The Tale of the Kelpie
Nowadays everybody knows what a kelpie is - thanks to Andy Scott's magnificent sculptures just off the A9 at the Helix project. It was different back in 1991 when I was writing an article for the Scots magazine.
I had been researching a book on the subject and had to keep explaining the features and habits of the 'each-uisge' (water horse in Gaelic.) The kelpie is a malignant water spirit - quite unique to Scotland - able to change its shape. Most often it appears in stories to warn young children away from water as a beautiful horse or a handsome young man . Encounters with this tricky beast - as strong as a cresting wave and as treacherous as a deep pool in river water - invariably end in the same way: the forcible abduction and drowning of the victim and subsequent devouring.
Arbroath is lucky to have its own kelpie story - the mound upon which St Vigeans church is built was reputed to be the lair of a kelpie. From 1699 to 1763 no sacrament of the Lord's supper was held here on account of the lack of suitably qualified agents. In 1794 the Reverend John Aitken noted in the Old Statistical Account of Scotland that "a tradition had long prevailed here that the water kelpie carried the stones for building the church, that the foundation of it was supported on large bars of iron; and that under the fabric there was a lake of great depth". It was said that the kelpie had put a curse upon the church: a minister would commit suicide and at the first communion held in the building following his death "the church would sink and the whole people would be carried down and drowned in the lake." On 15th November 1725 Thomas Watson, Minister of St. Vigeans for 23 years, did take his own life. When the first following communion was held "some hundreds of the parishioners sat on an eminence about 100 yards from the church expecting every moment the dreaded catastrophe.They were happily disappointed, and this spirit of credulity soon vanished like the baseless fabric of a vision."
If you enjoy 'kelpie tourism' then there are other monuments to this unlucky beast across Angus.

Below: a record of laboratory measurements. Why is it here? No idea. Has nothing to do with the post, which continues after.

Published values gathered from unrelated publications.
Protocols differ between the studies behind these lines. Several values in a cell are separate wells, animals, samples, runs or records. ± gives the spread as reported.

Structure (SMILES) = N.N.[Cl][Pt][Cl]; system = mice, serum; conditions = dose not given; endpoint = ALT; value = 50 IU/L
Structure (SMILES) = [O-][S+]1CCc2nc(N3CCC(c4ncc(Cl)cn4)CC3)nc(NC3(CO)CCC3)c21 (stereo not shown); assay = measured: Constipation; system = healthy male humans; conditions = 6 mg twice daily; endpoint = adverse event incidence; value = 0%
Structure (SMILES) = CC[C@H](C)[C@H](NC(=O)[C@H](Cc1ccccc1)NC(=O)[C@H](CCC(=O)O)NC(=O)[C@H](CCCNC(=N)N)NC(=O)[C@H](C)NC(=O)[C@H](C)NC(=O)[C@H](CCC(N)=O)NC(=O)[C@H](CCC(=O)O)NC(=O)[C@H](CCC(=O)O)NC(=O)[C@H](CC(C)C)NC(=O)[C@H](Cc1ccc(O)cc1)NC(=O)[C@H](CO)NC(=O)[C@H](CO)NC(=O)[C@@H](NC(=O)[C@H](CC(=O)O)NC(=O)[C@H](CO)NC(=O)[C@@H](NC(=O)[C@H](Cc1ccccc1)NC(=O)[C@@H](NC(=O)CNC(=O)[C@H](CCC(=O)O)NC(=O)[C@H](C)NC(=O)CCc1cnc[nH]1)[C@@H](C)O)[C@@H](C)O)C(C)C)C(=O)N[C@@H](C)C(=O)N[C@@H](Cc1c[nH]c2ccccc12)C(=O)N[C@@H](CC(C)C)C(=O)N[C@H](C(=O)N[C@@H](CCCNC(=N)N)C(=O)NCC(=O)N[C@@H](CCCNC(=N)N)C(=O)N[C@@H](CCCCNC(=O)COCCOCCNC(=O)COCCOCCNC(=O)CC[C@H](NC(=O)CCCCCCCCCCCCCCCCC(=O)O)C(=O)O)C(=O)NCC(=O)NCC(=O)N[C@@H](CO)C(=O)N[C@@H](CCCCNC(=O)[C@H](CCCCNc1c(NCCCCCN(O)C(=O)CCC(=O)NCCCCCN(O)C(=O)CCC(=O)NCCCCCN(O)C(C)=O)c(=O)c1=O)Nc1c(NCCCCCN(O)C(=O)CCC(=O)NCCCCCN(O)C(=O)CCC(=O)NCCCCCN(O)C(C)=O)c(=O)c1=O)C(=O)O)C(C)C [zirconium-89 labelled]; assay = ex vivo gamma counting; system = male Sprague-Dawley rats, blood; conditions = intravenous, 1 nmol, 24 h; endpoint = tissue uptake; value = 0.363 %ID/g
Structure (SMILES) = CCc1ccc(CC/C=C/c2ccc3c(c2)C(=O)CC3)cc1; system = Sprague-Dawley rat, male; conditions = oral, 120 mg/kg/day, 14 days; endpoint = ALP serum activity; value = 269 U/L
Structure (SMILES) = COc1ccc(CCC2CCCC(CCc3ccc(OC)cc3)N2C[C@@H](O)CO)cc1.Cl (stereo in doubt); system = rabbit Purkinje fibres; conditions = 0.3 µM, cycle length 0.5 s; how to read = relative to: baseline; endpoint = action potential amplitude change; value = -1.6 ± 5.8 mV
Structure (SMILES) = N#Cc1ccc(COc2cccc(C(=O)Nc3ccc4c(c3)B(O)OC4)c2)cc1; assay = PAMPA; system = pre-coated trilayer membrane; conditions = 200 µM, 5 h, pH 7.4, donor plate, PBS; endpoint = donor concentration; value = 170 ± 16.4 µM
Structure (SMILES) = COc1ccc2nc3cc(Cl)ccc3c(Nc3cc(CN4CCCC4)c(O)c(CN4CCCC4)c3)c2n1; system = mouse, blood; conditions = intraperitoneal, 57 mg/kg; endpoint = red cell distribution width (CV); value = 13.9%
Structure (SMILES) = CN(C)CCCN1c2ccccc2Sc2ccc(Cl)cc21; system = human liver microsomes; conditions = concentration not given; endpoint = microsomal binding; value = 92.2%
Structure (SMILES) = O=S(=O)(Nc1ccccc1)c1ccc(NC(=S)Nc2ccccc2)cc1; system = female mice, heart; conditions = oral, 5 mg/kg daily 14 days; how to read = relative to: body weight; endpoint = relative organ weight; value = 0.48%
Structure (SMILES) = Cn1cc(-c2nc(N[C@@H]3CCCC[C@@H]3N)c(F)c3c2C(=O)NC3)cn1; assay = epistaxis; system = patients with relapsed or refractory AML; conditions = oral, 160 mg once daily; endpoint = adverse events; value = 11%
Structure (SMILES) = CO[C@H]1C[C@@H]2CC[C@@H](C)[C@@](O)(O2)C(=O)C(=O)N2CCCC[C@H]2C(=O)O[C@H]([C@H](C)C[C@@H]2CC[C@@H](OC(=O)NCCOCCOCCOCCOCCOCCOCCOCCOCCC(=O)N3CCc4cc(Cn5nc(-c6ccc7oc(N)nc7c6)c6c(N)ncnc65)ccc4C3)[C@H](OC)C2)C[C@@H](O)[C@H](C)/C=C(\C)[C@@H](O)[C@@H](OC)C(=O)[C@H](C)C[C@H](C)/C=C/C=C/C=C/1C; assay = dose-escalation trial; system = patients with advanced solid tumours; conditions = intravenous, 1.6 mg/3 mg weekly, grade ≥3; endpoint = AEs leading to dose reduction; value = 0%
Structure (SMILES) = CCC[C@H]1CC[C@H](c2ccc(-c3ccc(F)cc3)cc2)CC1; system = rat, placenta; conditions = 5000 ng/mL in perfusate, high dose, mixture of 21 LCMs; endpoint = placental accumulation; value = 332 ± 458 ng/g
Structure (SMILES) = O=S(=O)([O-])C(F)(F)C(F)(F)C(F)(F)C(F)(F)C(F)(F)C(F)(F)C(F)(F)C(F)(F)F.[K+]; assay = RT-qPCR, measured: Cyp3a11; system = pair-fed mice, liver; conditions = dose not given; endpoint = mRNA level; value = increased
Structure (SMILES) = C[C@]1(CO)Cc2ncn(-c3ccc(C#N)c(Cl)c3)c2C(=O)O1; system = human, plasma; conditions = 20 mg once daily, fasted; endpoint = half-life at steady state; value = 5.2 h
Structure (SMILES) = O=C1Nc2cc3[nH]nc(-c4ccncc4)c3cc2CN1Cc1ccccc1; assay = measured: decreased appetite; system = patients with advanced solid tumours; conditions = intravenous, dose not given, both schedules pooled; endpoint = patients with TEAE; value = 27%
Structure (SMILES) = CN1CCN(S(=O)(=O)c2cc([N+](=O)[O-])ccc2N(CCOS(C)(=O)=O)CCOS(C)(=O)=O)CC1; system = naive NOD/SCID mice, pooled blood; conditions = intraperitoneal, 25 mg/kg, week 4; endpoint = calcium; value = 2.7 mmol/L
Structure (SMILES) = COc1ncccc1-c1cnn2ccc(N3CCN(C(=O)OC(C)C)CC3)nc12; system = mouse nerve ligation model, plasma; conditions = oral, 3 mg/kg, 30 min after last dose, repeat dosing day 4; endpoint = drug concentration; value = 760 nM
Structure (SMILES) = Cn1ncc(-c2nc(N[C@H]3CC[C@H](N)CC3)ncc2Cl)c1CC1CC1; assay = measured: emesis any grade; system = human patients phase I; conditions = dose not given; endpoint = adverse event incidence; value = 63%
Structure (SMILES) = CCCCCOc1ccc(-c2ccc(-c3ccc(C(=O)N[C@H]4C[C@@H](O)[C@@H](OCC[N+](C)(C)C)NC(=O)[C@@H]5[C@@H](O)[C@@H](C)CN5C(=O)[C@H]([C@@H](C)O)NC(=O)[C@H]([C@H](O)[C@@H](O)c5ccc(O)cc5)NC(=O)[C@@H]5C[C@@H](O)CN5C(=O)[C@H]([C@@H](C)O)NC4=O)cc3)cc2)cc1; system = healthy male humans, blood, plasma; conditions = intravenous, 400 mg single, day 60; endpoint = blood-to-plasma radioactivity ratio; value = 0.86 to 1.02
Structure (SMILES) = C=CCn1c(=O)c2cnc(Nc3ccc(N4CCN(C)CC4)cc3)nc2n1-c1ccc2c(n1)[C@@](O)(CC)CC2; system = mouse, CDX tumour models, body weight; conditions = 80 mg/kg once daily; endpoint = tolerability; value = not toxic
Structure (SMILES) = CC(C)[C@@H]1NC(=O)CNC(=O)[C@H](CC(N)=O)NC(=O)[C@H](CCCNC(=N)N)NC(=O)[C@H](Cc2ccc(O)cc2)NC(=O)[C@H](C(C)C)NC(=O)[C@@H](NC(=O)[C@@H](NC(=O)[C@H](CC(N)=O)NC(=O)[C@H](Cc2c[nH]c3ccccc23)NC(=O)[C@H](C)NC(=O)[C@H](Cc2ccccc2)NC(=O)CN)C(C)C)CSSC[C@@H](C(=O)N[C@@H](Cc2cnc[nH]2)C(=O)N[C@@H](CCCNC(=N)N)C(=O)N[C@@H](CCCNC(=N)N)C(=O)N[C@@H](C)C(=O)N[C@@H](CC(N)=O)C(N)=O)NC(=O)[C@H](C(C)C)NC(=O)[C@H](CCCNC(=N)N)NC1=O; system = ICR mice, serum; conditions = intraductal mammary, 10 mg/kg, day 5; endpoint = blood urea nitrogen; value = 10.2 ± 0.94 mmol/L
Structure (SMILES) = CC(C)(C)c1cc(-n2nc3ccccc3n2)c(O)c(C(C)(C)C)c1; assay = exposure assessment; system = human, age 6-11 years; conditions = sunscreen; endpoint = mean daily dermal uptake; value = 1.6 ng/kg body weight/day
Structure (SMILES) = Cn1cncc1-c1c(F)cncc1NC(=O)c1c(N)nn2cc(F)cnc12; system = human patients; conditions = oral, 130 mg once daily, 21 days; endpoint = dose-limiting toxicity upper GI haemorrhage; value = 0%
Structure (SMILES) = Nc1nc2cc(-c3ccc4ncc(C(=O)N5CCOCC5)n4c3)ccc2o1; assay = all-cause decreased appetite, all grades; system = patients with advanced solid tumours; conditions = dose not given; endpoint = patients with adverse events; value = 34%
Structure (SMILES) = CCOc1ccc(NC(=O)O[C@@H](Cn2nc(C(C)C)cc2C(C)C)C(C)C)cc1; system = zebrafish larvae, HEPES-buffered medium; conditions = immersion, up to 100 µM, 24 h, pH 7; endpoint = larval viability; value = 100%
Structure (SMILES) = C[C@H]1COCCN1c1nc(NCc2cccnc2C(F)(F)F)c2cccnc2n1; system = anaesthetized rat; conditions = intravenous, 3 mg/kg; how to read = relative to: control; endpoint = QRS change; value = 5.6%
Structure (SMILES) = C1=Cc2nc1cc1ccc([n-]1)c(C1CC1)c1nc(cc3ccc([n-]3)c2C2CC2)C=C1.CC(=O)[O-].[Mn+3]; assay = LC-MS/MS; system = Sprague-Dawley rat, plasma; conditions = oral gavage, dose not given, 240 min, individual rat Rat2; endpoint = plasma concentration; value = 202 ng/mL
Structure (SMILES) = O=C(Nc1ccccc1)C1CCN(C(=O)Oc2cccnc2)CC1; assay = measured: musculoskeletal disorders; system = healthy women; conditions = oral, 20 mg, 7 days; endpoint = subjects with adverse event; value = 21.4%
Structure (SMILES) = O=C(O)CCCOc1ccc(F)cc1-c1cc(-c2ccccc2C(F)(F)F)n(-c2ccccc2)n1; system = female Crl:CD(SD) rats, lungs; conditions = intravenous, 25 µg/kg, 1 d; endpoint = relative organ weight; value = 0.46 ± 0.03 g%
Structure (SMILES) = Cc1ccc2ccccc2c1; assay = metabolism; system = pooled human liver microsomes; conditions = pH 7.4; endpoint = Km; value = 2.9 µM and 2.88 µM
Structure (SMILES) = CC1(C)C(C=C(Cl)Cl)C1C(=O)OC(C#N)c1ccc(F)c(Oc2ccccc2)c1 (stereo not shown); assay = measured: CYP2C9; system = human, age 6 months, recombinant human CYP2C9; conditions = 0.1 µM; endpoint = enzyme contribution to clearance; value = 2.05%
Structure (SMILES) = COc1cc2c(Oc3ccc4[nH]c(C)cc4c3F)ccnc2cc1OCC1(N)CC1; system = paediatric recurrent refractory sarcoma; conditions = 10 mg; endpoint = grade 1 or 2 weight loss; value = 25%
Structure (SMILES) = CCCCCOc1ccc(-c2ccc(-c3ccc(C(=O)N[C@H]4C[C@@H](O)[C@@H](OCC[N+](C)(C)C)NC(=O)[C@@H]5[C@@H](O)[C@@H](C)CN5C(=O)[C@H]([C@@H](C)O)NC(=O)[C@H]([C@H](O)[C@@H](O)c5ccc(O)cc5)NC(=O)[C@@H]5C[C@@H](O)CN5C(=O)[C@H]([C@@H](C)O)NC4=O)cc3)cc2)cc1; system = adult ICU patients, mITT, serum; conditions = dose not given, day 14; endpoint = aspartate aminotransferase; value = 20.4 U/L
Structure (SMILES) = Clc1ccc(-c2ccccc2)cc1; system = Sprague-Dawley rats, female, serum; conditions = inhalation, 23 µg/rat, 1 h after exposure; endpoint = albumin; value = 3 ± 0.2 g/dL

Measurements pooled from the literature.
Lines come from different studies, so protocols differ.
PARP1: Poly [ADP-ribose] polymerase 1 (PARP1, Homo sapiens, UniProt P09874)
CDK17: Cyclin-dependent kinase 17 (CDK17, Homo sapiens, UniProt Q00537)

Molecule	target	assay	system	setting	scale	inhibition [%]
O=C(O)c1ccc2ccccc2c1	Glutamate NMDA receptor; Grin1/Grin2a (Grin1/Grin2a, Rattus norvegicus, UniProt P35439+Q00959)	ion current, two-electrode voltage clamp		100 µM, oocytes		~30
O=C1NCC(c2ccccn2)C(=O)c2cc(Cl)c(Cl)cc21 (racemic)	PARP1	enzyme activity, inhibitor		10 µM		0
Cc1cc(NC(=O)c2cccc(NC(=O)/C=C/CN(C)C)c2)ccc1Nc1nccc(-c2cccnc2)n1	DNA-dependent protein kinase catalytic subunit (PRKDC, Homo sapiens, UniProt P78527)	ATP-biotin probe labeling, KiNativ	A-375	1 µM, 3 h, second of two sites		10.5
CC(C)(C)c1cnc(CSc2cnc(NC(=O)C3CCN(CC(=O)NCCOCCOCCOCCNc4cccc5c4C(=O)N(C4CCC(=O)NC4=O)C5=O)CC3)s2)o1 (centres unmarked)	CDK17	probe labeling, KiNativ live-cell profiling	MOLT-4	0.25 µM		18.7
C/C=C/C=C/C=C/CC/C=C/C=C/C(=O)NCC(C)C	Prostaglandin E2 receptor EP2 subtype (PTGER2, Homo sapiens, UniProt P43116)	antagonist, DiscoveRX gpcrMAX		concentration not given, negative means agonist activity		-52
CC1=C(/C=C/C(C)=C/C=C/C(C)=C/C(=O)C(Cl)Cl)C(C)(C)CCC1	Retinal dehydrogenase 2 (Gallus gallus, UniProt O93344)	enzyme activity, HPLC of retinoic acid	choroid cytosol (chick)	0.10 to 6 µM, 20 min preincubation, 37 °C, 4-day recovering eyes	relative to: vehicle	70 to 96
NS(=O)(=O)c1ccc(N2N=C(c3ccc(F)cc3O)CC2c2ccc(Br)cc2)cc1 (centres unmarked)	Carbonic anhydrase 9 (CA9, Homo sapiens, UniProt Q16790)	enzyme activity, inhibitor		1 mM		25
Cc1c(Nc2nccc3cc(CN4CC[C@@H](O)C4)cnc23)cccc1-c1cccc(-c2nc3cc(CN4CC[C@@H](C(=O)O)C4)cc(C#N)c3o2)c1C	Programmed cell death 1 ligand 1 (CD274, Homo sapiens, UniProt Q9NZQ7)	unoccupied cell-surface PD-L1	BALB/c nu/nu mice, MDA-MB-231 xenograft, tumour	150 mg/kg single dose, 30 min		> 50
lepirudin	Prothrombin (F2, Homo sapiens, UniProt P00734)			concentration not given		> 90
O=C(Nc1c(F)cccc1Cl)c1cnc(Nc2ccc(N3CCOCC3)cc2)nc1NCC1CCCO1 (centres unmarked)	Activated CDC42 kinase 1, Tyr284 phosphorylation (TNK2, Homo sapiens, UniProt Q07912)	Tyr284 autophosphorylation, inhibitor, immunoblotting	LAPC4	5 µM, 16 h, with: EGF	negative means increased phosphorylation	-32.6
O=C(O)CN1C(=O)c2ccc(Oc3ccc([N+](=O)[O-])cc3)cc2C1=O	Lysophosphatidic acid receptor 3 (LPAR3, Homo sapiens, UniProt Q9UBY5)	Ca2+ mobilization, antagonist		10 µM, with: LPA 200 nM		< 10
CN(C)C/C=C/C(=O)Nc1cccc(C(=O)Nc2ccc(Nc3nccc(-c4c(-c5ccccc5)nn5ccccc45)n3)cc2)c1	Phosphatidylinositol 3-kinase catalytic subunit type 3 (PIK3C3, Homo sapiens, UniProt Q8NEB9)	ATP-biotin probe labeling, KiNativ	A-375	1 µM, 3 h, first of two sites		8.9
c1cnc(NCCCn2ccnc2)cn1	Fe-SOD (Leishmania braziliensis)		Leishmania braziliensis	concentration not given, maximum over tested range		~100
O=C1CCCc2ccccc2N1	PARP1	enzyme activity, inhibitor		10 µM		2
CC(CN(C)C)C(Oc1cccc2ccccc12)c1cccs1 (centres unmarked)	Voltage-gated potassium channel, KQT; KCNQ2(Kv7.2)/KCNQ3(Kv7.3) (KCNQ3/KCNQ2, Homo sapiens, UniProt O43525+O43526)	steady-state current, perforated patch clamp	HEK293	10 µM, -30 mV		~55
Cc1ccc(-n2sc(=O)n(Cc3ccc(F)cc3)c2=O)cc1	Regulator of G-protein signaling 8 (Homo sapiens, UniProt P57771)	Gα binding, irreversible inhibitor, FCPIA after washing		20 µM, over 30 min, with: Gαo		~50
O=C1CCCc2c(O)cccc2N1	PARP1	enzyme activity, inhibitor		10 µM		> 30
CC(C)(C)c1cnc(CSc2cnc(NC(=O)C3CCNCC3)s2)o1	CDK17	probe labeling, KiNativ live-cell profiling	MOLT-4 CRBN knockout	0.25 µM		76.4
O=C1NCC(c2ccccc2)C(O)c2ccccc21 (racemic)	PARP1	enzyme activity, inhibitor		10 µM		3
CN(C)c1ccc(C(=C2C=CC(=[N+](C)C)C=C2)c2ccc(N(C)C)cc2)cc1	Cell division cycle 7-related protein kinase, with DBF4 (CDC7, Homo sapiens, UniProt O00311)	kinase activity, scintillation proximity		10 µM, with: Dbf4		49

Visit the yard of Morphie Farm north of Montrose and marvel at the prominent standing stone there. This bears the impression of the Pondage Pool kelpie's fingers from when he threw the rock javelin at the farmhouse in revenge for the hard labour he had been forced to do for the Laird of Morphie.
Or scramble down the banks of the South Esk where the elegant single arch of the old Shielhill Bridge spans the river with more grace than its modern concrete neighbour. This old bridge was constructed by a big-headed kelpie who was rather proud of his excellent work. On the east side of the bridhge parapet he set ba grotesque stone horse's head pilfered from the ruins of Shielhill Castle as a memorial, declaring:
And weel they kent quhat help I lent
For thai yon image fram't
Aboon the pend quhilk I defend
And it thai kelpie nam't
Below the ruins of Vayne Castle, near Fern, runs the Noran Water. In 1882 Andrew Jervise noted in Land of the Lindsays that here a "large sandstone has lain from time immemorial, bearing a deep indentation resembling the hoof of a collosal horse with the impress of one of the caulkers of the heel. This has been fashioned by the falling out of a pebble imbedded in the stone though at first it looks like an artificial work."
I have never been able to find the stone described by Jervise, but would encourage you to visit the area. The castle itself is reputed to be the hiding place of a vault of treasure guarded by a huge fire-breathing monster in the shape of a bull.
During my investigations, however, I found my own kelpie stone bearing the curious indentation of a horse's hoof in a stream in Crail. It is pictured here for your perusal. Within a year I had to abandon the stone in the Cruick Water at Afflochie as its discovery brought me nothing but ill luck. I strongly advise you never to search for this relic. Leave it be.